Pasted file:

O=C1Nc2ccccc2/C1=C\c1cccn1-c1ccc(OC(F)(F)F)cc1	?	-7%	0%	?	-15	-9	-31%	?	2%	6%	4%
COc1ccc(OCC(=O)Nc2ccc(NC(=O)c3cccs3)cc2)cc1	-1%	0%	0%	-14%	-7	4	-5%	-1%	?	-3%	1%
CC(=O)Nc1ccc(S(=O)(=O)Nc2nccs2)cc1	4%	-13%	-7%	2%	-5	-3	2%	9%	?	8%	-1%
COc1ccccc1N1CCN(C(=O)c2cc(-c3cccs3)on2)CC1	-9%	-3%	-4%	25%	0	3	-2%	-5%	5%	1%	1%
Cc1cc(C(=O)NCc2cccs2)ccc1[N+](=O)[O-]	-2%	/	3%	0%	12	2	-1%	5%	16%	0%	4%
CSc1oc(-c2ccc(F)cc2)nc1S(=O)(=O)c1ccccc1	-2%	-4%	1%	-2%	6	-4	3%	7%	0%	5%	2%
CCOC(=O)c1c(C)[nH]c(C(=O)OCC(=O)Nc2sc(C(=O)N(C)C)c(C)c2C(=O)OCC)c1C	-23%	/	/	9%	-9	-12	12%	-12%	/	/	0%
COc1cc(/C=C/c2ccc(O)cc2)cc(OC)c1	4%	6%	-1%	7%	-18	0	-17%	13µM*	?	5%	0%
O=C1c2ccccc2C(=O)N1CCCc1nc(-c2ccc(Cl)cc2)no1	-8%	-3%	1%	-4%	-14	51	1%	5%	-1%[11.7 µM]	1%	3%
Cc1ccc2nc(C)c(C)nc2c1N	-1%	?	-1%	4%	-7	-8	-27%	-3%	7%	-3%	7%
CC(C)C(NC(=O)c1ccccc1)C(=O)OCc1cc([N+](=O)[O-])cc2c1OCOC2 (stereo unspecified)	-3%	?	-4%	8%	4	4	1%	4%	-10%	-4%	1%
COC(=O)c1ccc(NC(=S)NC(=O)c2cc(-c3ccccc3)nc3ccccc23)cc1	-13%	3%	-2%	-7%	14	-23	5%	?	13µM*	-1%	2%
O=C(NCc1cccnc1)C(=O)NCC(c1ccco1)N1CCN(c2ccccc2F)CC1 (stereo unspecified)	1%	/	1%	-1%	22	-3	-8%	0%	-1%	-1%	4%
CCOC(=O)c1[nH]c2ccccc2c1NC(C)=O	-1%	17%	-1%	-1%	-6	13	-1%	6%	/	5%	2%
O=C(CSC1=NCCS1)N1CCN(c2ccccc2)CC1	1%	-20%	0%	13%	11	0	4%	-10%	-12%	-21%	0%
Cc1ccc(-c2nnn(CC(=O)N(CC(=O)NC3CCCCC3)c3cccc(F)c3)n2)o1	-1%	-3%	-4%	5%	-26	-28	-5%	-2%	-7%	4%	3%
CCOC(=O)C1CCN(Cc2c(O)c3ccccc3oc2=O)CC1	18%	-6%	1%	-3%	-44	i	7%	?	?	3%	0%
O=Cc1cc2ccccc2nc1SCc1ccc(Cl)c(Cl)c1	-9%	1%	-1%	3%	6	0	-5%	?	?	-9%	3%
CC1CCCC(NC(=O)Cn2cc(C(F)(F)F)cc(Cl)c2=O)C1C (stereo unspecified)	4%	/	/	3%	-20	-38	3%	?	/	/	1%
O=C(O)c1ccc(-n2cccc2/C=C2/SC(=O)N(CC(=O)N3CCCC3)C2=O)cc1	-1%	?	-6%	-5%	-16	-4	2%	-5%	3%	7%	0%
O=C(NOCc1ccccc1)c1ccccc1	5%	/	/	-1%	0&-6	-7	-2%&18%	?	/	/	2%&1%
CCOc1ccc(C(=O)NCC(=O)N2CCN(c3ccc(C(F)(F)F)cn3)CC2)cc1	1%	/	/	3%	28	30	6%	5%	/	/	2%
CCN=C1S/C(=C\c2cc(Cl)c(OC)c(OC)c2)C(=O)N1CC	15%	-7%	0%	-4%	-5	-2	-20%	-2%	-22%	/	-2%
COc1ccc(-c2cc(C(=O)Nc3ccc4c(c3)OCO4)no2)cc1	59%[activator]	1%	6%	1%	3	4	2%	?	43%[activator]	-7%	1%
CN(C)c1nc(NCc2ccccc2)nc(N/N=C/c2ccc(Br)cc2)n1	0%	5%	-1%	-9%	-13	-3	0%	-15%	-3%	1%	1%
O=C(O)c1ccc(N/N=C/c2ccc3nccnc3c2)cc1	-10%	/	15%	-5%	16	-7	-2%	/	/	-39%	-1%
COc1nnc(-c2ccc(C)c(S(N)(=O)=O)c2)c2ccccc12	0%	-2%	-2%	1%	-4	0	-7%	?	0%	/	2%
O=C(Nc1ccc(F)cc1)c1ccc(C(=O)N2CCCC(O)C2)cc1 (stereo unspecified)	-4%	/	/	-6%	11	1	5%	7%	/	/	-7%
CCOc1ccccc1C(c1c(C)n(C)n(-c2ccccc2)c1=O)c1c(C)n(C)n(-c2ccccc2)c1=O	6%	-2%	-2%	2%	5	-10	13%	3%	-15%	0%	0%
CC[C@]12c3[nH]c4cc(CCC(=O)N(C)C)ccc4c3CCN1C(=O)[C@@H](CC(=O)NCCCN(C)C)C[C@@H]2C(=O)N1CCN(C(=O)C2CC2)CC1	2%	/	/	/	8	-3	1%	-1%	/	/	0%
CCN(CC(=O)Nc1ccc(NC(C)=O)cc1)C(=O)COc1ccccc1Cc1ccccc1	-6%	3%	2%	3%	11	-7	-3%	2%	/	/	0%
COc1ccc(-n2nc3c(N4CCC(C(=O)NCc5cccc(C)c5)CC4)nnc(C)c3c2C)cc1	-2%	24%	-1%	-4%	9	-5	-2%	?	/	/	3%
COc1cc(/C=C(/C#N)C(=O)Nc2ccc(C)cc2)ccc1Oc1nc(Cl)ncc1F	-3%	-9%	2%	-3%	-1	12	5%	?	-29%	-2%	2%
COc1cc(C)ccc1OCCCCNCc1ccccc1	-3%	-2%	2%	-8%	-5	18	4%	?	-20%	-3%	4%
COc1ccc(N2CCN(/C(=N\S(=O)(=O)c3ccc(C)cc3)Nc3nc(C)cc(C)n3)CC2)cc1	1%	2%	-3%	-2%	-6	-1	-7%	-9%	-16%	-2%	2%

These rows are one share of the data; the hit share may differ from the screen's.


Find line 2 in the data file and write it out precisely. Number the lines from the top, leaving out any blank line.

COc1ccc(OCC(=O)Nc2ccc(NC(=O)c3cccs3)cc2)cc1	-1%	0%	0%	-14%	-7	4	-5%	-1%	?	-3%	1%